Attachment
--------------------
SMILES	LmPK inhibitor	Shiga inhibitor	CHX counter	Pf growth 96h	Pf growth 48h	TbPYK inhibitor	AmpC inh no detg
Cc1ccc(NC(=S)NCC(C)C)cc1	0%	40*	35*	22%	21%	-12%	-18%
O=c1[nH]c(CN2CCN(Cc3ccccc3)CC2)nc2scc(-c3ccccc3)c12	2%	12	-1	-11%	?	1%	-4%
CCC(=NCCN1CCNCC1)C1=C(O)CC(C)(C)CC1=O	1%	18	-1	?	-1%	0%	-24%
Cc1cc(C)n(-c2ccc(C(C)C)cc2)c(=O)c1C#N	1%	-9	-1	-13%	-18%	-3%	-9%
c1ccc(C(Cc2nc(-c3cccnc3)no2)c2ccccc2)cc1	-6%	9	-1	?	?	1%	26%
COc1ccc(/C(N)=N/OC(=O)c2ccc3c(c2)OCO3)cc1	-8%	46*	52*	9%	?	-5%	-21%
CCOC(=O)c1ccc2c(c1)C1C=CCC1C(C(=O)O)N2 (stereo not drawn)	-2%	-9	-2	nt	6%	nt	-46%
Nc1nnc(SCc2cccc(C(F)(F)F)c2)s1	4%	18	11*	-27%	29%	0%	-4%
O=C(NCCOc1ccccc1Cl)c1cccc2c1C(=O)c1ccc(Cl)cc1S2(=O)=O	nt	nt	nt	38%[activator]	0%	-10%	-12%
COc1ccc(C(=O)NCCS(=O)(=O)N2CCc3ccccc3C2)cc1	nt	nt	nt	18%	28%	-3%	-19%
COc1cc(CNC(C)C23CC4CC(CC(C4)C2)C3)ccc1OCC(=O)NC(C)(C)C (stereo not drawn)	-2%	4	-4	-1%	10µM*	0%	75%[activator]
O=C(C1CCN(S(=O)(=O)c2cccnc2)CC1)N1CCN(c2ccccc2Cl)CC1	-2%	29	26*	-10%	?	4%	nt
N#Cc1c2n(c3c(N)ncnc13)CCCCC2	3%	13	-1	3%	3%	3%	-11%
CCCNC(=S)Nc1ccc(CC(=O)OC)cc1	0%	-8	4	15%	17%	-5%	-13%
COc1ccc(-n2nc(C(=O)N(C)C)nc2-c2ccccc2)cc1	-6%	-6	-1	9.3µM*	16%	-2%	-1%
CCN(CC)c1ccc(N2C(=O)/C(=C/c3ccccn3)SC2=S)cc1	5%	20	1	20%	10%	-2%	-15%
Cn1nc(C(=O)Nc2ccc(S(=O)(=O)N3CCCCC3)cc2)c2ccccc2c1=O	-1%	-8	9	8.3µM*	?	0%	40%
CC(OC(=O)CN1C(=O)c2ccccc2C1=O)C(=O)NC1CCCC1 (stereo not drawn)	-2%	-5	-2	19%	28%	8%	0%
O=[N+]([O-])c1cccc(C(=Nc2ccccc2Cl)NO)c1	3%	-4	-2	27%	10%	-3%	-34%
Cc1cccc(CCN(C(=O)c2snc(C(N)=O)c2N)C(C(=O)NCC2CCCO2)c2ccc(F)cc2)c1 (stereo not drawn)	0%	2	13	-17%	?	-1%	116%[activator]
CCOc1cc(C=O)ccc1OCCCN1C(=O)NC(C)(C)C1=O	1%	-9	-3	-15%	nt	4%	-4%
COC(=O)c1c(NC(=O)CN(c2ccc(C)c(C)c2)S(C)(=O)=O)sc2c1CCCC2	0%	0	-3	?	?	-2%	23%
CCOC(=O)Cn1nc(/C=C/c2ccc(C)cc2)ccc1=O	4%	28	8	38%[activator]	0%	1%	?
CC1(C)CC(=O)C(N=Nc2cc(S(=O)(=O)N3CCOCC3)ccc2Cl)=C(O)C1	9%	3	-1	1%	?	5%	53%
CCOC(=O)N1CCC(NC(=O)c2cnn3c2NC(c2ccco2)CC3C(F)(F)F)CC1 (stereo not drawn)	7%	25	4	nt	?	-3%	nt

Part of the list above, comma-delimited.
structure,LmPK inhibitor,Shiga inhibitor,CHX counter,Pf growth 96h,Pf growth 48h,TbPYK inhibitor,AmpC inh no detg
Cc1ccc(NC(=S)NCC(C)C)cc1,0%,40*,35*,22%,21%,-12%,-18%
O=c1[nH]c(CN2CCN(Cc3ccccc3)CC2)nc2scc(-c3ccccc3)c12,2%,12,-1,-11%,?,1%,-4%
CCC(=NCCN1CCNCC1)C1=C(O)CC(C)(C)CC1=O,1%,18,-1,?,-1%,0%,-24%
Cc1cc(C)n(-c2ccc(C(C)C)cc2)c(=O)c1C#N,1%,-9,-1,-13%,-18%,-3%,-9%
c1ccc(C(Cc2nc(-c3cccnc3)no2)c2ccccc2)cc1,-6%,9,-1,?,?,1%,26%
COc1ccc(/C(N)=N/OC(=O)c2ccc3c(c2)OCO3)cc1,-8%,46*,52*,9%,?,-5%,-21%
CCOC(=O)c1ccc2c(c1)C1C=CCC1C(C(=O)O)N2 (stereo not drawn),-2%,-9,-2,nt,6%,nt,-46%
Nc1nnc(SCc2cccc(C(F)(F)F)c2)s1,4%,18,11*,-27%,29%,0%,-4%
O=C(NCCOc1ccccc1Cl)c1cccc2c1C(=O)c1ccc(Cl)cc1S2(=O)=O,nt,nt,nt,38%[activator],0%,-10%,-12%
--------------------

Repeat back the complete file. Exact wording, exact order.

SMILES	LmPK inhibitor	Shiga inhibitor	CHX counter	Pf growth 96h	Pf growth 48h	TbPYK inhibitor	AmpC inh no detg
Cc1ccc(NC(=S)NCC(C)C)cc1	0%	40*	35*	22%	21%	-12%	-18%
O=c1[nH]c(CN2CCN(Cc3ccccc3)CC2)nc2scc(-c3ccccc3)c12	2%	12	-1	-11%	?	1%	-4%
CCC(=NCCN1CCNCC1)C1=C(O)CC(C)(C)CC1=O	1%	18	-1	?	-1%	0%	-24%
Cc1cc(C)n(-c2ccc(C(C)C)cc2)c(=O)c1C#N	1%	-9	-1	-13%	-18%	-3%	-9%
c1ccc(C(Cc2nc(-c3cccnc3)no2)c2ccccc2)cc1	-6%	9	-1	?	?	1%	26%
COc1ccc(/C(N)=N/OC(=O)c2ccc3c(c2)OCO3)cc1	-8%	46*	52*	9%	?	-5%	-21%
CCOC(=O)c1ccc2c(c1)C1C=CCC1C(C(=O)O)N2 (stereo not drawn)	-2%	-9	-2	nt	6%	nt	-46%
Nc1nnc(SCc2cccc(C(F)(F)F)c2)s1	4%	18	11*	-27%	29%	0%	-4%
O=C(NCCOc1ccccc1Cl)c1cccc2c1C(=O)c1ccc(Cl)cc1S2(=O)=O	nt	nt	nt	38%[activator]	0%	-10%	-12%
COc1ccc(C(=O)NCCS(=O)(=O)N2CCc3ccccc3C2)cc1	nt	nt	nt	18%	28%	-3%	-19%
COc1cc(CNC(C)C23CC4CC(CC(C4)C2)C3)ccc1OCC(=O)NC(C)(C)C (stereo not drawn)	-2%	4	-4	-1%	10µM*	0%	75%[activator]
O=C(C1CCN(S(=O)(=O)c2cccnc2)CC1)N1CCN(c2ccccc2Cl)CC1	-2%	29	26*	-10%	?	4%	nt
N#Cc1c2n(c3c(N)ncnc13)CCCCC2	3%	13	-1	3%	3%	3%	-11%
CCCNC(=S)Nc1ccc(CC(=O)OC)cc1	0%	-8	4	15%	17%	-5%	-13%
COc1ccc(-n2nc(C(=O)N(C)C)nc2-c2ccccc2)cc1	-6%	-6	-1	9.3µM*	16%	-2%	-1%
CCN(CC)c1ccc(N2C(=O)/C(=C/c3ccccn3)SC2=S)cc1	5%	20	1	20%	10%	-2%	-15%
Cn1nc(C(=O)Nc2ccc(S(=O)(=O)N3CCCCC3)cc2)c2ccccc2c1=O	-1%	-8	9	8.3µM*	?	0%	40%
CC(OC(=O)CN1C(=O)c2ccccc2C1=O)C(=O)NC1CCCC1 (stereo not drawn)	-2%	-5	-2	19%	28%	8%	0%
O=[N+]([O-])c1cccc(C(=Nc2ccccc2Cl)NO)c1	3%	-4	-2	27%	10%	-3%	-34%
Cc1cccc(CCN(C(=O)c2snc(C(N)=O)c2N)C(C(=O)NCC2CCCO2)c2ccc(F)cc2)c1 (stereo not drawn)	0%	2	13	-17%	?	-1%	116%[activator]
CCOc1cc(C=O)ccc1OCCCN1C(=O)NC(C)(C)C1=O	1%	-9	-3	-15%	nt	4%	-4%
COC(=O)c1c(NC(=O)CN(c2ccc(C)c(C)c2)S(C)(=O)=O)sc2c1CCCC2	0%	0	-3	?	?	-2%	23%
CCOC(=O)Cn1nc(/C=C/c2ccc(C)cc2)ccc1=O	4%	28	8	38%[activator]	0%	1%	?
CC1(C)CC(=O)C(N=Nc2cc(S(=O)(=O)N3CCOCC3)ccc2Cl)=C(O)C1	9%	3	-1	1%	?	5%	53%
CCOC(=O)N1CCC(NC(=O)c2cnn3c2NC(c2ccco2)CC3C(F)(F)F)CC1 (stereo not drawn)	7%	25	4	nt	?	-3%	nt

Part of the list above, comma-delimited.
structure,LmPK inhibitor,Shiga inhibitor,CHX counter,Pf growth 96h,Pf growth 48h,TbPYK inhibitor,AmpC inh no detg
Cc1ccc(NC(=S)NCC(C)C)cc1,0%,40*,35*,22%,21%,-12%,-18%
O=c1[nH]c(CN2CCN(Cc3ccccc3)CC2)nc2scc(-c3ccccc3)c12,2%,12,-1,-11%,?,1%,-4%
CCC(=NCCN1CCNCC1)C1=C(O)CC(C)(C)CC1=O,1%,18,-1,?,-1%,0%,-24%
Cc1cc(C)n(-c2ccc(C(C)C)cc2)c(=O)c1C#N,1%,-9,-1,-13%,-18%,-3%,-9%
c1ccc(C(Cc2nc(-c3cccnc3)no2)c2ccccc2)cc1,-6%,9,-1,?,?,1%,26%
COc1ccc(/C(N)=N/OC(=O)c2ccc3c(c2)OCO3)cc1,-8%,46*,52*,9%,?,-5%,-21%
CCOC(=O)c1ccc2c(c1)C1C=CCC1C(C(=O)O)N2 (stereo not drawn),-2%,-9,-2,nt,6%,nt,-46%
Nc1nnc(SCc2cccc(C(F)(F)F)c2)s1,4%,18,11*,-27%,29%,0%,-4%
O=C(NCCOc1ccccc1Cl)c1cccc2c1C(=O)c1ccc(Cl)cc1S2(=O)=O,nt,nt,nt,38%[activator],0%,-10%,-12%